Reasons Why

Recently in one of the soap groups I belong to, someone asked what the reasons were we started making soap. Now, some of you know me, or know my husband, or know my youngest’s story. Yes, the girl is a huge part of my “reason why”, but it goes back farther than her, or the farms we’ve had on each coast.

Once upon a time, many years ago, I worked for a big box bookstore. During an overnight shelving shift, I came across a book about making glycerin soaps. I’d been fascinated with glycerin soap as a young teen. The translucency! The feel! It looked different and felt different than that good ol’, well-known, green bar many of us grew up with. Nor was it the caustic soap I heard stories of my grandmother making to wash laundry back in the day. It was something else. Those translucent bars were lovely to my teenage heart. They felt great on my skin. And then body wash came into my life with it’s myriad of scents, glycerin soap was put on the back shelf for some years…

Finding that soap book (and I wish I could remember the title) opened up my world. The thought that I could have soap in any scent I could imagine? Fascinating! At the time, my best friend was interested in chandlery. We talked about how great it would be to have a soap and candle shop together. I experimented with attempting to make my own infusion from blackberries (a terrible idea). But, as things do, life took a turn for me, I moved and moved on. Thoughts of soap again shelved.

Some years later, I lived on a 20-acre farm in the heart of Oregon Wine Country. Twenty acres up a mountain, mostly covered in blackberries. We quickly realized goats would be necessary to keep pasture for our horses from being overrun. Goats were the name of the game, and since my mother took up spinning in her retirement, she gently hinted that hair goats would be nice. Nick and I decided to have the goats we chose pull double duty. A friend connected in Ag found an ad for a herd dispersal, so we bought goats, including a buck.

Around the same time, sustainability became something we started looking at for our farm. Trash service wasn’t an option for our place, not when the driveway was a quarter mile long and you had to mean it to find our house. When people say they walked “both ways, uphill”, they might have been talking about how to reach our farm or the school bus stop. No joke. We started looking at how to cut down on the amount of trash and recycling produced by us, ways to make our land work, and ways for the critters to pay for themselves. (I quickly established an egg business that paid for not only the chicken feed, but most of the feed on our farm).

At the height of blogging, I’d made friends with horse and farm people all over the country. Goats seem to go hand in hand here, and the idea of being able to also milk my goats began to take root. With that milk, I could make goats milk soap! Hey! Soap! And ideas that had been shelved for so long came out of the stacks…

But, once again, life intervened. A cross country move put that idea on hold once again.

Sixteen months later, we were once again ensconced on a farm spacious enough for critters beyond my beloved horse than journeyed from Oregon with us. First came poultry, but the egg market was already flooded. Next came goats to help with weed eating and brush clearing, because the jungle takes over VERY quickly in the South. A couple goats quickly led to more goats which led to plans to make our land work for us; to produce food for our larder at the very least, and the possibilities of soap!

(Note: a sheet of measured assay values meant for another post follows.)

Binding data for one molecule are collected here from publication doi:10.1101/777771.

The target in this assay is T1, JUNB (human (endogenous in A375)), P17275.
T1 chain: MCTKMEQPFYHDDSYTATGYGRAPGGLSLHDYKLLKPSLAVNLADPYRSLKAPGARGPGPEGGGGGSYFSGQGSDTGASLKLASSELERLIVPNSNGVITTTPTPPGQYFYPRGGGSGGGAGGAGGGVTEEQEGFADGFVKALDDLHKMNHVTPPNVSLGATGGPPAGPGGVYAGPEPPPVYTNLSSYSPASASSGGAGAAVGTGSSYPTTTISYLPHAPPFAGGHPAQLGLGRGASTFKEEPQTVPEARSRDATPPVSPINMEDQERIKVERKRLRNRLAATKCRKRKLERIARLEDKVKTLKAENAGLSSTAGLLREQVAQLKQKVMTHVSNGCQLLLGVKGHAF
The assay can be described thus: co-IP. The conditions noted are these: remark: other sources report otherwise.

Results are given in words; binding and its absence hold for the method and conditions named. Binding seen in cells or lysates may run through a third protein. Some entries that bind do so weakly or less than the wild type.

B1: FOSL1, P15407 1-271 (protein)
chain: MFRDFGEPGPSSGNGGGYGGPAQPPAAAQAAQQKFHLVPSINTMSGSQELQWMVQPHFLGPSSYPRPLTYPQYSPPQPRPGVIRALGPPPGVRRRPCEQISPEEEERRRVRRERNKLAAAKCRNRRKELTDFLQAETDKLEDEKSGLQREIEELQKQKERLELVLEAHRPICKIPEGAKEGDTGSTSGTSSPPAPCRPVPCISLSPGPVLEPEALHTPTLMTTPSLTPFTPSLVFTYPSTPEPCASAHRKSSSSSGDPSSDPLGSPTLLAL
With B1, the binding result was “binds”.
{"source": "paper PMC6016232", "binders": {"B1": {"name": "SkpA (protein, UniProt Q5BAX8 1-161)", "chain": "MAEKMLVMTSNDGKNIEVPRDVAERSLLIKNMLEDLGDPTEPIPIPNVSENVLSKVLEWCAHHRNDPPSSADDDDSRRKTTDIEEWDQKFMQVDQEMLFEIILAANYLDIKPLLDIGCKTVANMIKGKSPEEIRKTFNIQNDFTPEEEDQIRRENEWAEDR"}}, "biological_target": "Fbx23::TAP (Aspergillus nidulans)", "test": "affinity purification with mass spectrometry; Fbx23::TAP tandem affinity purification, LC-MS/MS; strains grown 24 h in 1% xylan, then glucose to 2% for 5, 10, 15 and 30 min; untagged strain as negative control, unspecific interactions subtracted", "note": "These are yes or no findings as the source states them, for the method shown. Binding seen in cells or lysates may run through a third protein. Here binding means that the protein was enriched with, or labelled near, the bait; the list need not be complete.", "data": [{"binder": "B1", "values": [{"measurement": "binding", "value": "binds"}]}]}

And life intervened again. My husband and I decided to have a child together. She was born with a broken heart, which led us down a completely different path that involved lots of hospital time, a heart transplant and a significant amount of extra, considered care. We maintained the farm, with most plans coming to a halt while we coped and learned what our new “normal” looked like. After she came home, my goat plans (and let me be clear, they were always MY plans, my husband was just the financier) crept forward slowly. We bought a full sized dairy goat who had been bred. (Our previous and current goats at this time were miniatures). I took some refresher instructions on milking, and away we went!

The following spring, after Molly Goat’s kids were weaned, I froze the milk she produced, hoarding it carefully for future use in soap. I read and prepped and studied up on soap making, carefully absorbing all the information I could. I ordered supplies and ingredients.

I made my first soaps without milk, for practice. It was nerve wracking and I made mistakes. Then, success! Soap! Soap in my closet, on a rack to cure. Only this time, Mother Nature decided to insert herself into my life and my carefully crafted plans…

In Fall 2015, the flood that was so damaging to South Carolina also flooded our farm. The edge of the storm caught us in Georgia. Our house flooded. It was no place for an immunosuppressed baby. We quickly made plans to shut down the farm and move back across the country to be closer to family (trying to do it all on your own with a heart kiddo isn’t easy, yo).

So, here we are! In the high desert of Idaho, settled in the Treasure Valley with the incredible views of both the Sawtooth and Owyhee Ranges. While we’re currently stuck in the city, my soap lab is set up in our garage, and I’ve been crafting bath and body products ever since.

I don’t currently make glycerin based soaps, but that’s another topic for another post down the line.

A chance encounter with a book led to an idea, which turned into a dream. My “reasons why” have evolved and changed over the years to reflect life with a 3 yr old transplant patient and the desire to be back on a farm. Soap making has been the thread that ties it altogether.